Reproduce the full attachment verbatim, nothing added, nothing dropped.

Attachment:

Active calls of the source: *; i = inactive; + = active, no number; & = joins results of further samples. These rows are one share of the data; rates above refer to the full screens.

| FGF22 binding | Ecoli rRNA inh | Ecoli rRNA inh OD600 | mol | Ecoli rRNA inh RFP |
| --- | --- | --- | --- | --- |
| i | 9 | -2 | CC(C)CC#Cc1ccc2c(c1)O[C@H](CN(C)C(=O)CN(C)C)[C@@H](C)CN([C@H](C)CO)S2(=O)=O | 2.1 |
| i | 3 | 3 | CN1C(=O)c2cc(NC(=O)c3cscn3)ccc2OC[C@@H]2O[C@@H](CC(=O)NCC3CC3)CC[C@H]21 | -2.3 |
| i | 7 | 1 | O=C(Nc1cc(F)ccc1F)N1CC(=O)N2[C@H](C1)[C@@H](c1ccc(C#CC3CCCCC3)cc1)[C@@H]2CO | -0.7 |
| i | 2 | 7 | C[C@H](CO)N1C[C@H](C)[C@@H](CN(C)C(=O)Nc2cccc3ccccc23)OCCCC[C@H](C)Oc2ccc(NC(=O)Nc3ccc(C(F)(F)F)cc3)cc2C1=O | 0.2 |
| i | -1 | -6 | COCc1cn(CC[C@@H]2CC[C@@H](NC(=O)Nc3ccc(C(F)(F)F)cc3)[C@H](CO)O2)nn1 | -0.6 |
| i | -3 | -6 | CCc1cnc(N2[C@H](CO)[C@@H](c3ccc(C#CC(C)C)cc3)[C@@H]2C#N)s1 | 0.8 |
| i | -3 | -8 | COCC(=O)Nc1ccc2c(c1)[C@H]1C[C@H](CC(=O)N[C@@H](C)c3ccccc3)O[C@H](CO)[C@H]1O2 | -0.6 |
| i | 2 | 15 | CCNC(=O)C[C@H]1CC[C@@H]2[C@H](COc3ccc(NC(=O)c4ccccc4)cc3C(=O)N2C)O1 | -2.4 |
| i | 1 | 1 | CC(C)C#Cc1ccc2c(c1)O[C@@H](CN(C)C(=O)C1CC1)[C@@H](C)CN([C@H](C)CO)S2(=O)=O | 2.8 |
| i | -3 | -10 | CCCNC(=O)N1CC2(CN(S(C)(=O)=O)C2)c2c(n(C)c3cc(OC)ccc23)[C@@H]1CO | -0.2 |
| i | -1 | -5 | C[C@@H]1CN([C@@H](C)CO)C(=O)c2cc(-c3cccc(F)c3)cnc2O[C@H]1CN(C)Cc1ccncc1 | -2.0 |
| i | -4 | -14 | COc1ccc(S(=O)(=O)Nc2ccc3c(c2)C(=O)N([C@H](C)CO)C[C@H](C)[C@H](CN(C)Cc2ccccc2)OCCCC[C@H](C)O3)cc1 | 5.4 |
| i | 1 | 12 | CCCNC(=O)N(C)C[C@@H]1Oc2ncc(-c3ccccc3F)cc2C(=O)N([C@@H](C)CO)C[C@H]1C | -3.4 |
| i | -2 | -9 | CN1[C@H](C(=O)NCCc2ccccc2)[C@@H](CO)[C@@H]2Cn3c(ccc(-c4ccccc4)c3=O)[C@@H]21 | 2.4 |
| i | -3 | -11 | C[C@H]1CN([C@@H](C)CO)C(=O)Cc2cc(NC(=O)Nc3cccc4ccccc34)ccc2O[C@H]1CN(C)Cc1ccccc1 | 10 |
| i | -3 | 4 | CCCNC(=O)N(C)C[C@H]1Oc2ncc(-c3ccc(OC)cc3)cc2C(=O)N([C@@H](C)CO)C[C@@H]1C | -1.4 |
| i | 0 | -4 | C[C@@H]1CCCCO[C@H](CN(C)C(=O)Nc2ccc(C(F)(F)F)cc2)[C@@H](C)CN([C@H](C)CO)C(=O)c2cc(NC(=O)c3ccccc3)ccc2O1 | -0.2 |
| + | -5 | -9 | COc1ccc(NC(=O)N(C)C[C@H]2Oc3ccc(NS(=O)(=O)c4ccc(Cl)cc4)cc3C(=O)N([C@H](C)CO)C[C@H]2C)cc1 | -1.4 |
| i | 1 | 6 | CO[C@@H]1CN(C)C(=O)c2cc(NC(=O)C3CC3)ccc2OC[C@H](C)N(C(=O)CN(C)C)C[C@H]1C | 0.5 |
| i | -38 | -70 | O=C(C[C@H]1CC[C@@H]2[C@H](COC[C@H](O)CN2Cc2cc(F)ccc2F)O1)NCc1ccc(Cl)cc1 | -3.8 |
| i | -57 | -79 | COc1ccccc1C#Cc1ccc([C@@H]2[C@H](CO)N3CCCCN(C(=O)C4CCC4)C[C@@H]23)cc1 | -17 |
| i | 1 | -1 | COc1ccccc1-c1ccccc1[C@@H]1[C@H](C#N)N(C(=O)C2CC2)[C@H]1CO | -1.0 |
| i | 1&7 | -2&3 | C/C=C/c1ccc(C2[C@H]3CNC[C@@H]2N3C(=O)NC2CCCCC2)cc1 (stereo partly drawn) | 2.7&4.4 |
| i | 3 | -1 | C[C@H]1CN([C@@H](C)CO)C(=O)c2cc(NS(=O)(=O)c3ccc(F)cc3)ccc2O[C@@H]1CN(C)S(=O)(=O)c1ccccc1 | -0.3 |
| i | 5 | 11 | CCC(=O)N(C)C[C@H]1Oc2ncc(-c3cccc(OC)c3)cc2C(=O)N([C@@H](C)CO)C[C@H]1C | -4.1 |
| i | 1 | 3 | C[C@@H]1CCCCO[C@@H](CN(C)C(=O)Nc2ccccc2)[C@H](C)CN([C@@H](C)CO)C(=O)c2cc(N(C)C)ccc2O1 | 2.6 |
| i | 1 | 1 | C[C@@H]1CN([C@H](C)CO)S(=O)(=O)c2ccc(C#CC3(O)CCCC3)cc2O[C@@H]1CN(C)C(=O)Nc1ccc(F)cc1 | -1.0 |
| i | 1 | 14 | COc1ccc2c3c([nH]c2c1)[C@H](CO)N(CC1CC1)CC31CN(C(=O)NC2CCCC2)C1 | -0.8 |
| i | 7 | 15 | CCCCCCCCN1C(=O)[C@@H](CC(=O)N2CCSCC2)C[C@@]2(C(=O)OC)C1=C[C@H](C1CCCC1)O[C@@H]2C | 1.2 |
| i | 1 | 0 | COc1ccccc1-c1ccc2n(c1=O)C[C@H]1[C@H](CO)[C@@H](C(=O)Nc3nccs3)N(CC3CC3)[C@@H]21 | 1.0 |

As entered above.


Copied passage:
Active calls of the source: *; i = inactive; + = active, no number; & = joins results of further samples. These rows are one share of the data; rates above refer to the full screens.

| FGF22 binding | Ecoli rRNA inh | Ecoli rRNA inh OD600 | mol | Ecoli rRNA inh RFP |
| --- | --- | --- | --- | --- |
| i | 9 | -2 | CC(C)CC#Cc1ccc2c(c1)O[C@H](CN(C)C(=O)CN(C)C)[C@@H](C)CN([C@H](C)CO)S2(=O)=O | 2.1 |
| i | 3 | 3 | CN1C(=O)c2cc(NC(=O)c3cscn3)ccc2OC[C@@H]2O[C@@H](CC(=O)NCC3CC3)CC[C@H]21 | -2.3 |
| i | 7 | 1 | O=C(Nc1cc(F)ccc1F)N1CC(=O)N2[C@H](C1)[C@@H](c1ccc(C#CC3CCCCC3)cc1)[C@@H]2CO | -0.7 |
| i | 2 | 7 | C[C@H](CO)N1C[C@H](C)[C@@H](CN(C)C(=O)Nc2cccc3ccccc23)OCCCC[C@H](C)Oc2ccc(NC(=O)Nc3ccc(C(F)(F)F)cc3)cc2C1=O | 0.2 |
| i | -1 | -6 | COCc1cn(CC[C@@H]2CC[C@@H](NC(=O)Nc3ccc(C(F)(F)F)cc3)[C@H](CO)O2)nn1 | -0.6 |
| i | -3 | -6 | CCc1cnc(N2[C@H](CO)[C@@H](c3ccc(C#CC(C)C)cc3)[C@@H]2C#N)s1 | 0.8 |
| i | -3 | -8 | COCC(=O)Nc1ccc2c(c1)[C@H]1C[C@H](CC(=O)N[C@@H](C)c3ccccc3)O[C@H](CO)[C@H]1O2 | -0.6 |
| i | 2 | 15 | CCNC(=O)C[C@H]1CC[C@@H]2[C@H](COc3ccc(NC(=O)c4ccccc4)cc3C(=O)N2C)O1 | -2.4 |
| i | 1 | 1 | CC(C)C#Cc1ccc2c(c1)O[C@@H](CN(C)C(=O)C1CC1)[C@@H](C)CN([C@H](C)CO)S2(=O)=O | 2.8 |
| i | -3 | -10 | CCCNC(=O)N1CC2(CN(S(C)(=O)=O)C2)c2c(n(C)c3cc(OC)ccc23)[C@@H]1CO | -0.2 |
| i | -1 | -5 | C[C@@H]1CN([C@@H](C)CO)C(=O)c2cc(-c3cccc(F)c3)cnc2O[C@H]1CN(C)Cc1ccncc1 | -2.0 |
| i | -4 | -14 | COc1ccc(S(=O)(=O)Nc2ccc3c(c2)C(=O)N([C@H](C)CO)C[C@H](C)[C@H](CN(C)Cc2ccccc2)OCCCC[C@H](C)O3)cc1 | 5.4 |
| i | 1 | 12 | CCCNC(=O)N(C)C[C@@H]1Oc2ncc(-c3ccccc3F)cc2C(=O)N([C@@H](C)CO)C[C@H]1C | -3.4 |
| i | -2 | -9 | CN1[C@H](C(=O)NCCc2ccccc2)[C@@H](CO)[C@@H]2Cn3c(ccc(-c4ccccc4)c3=O)[C@@H]21 | 2.4 |
| i | -3 | -11 | C[C@H]1CN([C@@H](C)CO)C(=O)Cc2cc(NC(=O)Nc3cccc4ccccc34)ccc2O[C@H]1CN(C)Cc1ccccc1 | 10 |
| i | -3 | 4 | CCCNC(=O)N(C)C[C@H]1Oc2ncc(-c3ccc(OC)cc3)cc2C(=O)N([C@@H](C)CO)C[C@@H]1C | -1.4 |
| i | 0 | -4 | C[C@@H]1CCCCO[C@H](CN(C)C(=O)Nc2ccc(C(F)(F)F)cc2)[C@@H](C)CN([C@H](C)CO)C(=O)c2cc(NC(=O)c3ccccc3)ccc2O1 | -0.2 |
| + | -5 | -9 | COc1ccc(NC(=O)N(C)C[C@H]2Oc3ccc(NS(=O)(=O)c4ccc(Cl)cc4)cc3C(=O)N([C@H](C)CO)C[C@H]2C)cc1 | -1.4 |
| i | 1 | 6 | CO[C@@H]1CN(C)C(=O)c2cc(NC(=O)C3CC3)ccc2OC[C@H](C)N(C(=O)CN(C)C)C[C@H]1C | 0.5 |
| i | -38 | -70 | O=C(C[C@H]1CC[C@@H]2[C@H](COC[C@H](O)CN2Cc2cc(F)ccc2F)O1)NCc1ccc(Cl)cc1 | -3.8 |
| i | -57 | -79 | COc1ccccc1C#Cc1ccc([C@@H]2[C@H](CO)N3CCCCN(C(=O)C4CCC4)C[C@@H]23)cc1 | -17 |
| i | 1 | -1 | COc1ccccc1-c1ccccc1[C@@H]1[C@H](C#N)N(C(=O)C2CC2)[C@H]1CO | -1.0 |
| i | 1&7 | -2&3 | C/C=C/c1ccc(C2[C@H]3CNC[C@@H]2N3C(=O)NC2CCCCC2)cc1 (stereo partly drawn) | 2.7&4.4 |
| i | 3 | -1 | C[C@H]1CN([C@@H](C)CO)C(=O)c2cc(NS(=O)(=O)c3ccc(F)cc3)ccc2O[C@@H]1CN(C)S(=O)(=O)c1ccccc1 | -0.3 |
| i | 5 | 11 | CCC(=O)N(C)C[C@H]1Oc2ncc(-c3cccc(OC)c3)cc2C(=O)N([C@@H](C)CO)C[C@H]1C | -4.1 |
| i | 1 | 3 | C[C@@H]1CCCCO[C@@H](CN(C)C(=O)Nc2ccccc2)[C@H](C)CN([C@@H](C)CO)C(=O)c2cc(N(C)C)ccc2O1 | 2.6 |
| i | 1 | 1 | C[C@@H]1CN([C@H](C)CO)S(=O)(=O)c2ccc(C#CC3(O)CCCC3)cc2O[C@@H]1CN(C)C(=O)Nc1ccc(F)cc1 | -1.0 |
| i | 1 | 14 | COc1ccc2c3c([nH]c2c1)[C@H](CO)N(CC1CC1)CC31CN(C(=O)NC2CCCC2)C1 | -0.8 |
| i | 7 | 15 | CCCCCCCCN1C(=O)[C@@H](CC(=O)N2CCSCC2)C[C@@]2(C(=O)OC)C1=C[C@H](C1CCCC1)O[C@@H]2C | 1.2 |
| i | 1 | 0 | COc1ccccc1-c1ccc2n(c1=O)C[C@H]1[C@H](CO)[C@@H](C(=O)Nc3nccs3)N(CC3CC3)[C@@H]21 | 1.0 |

As entered above.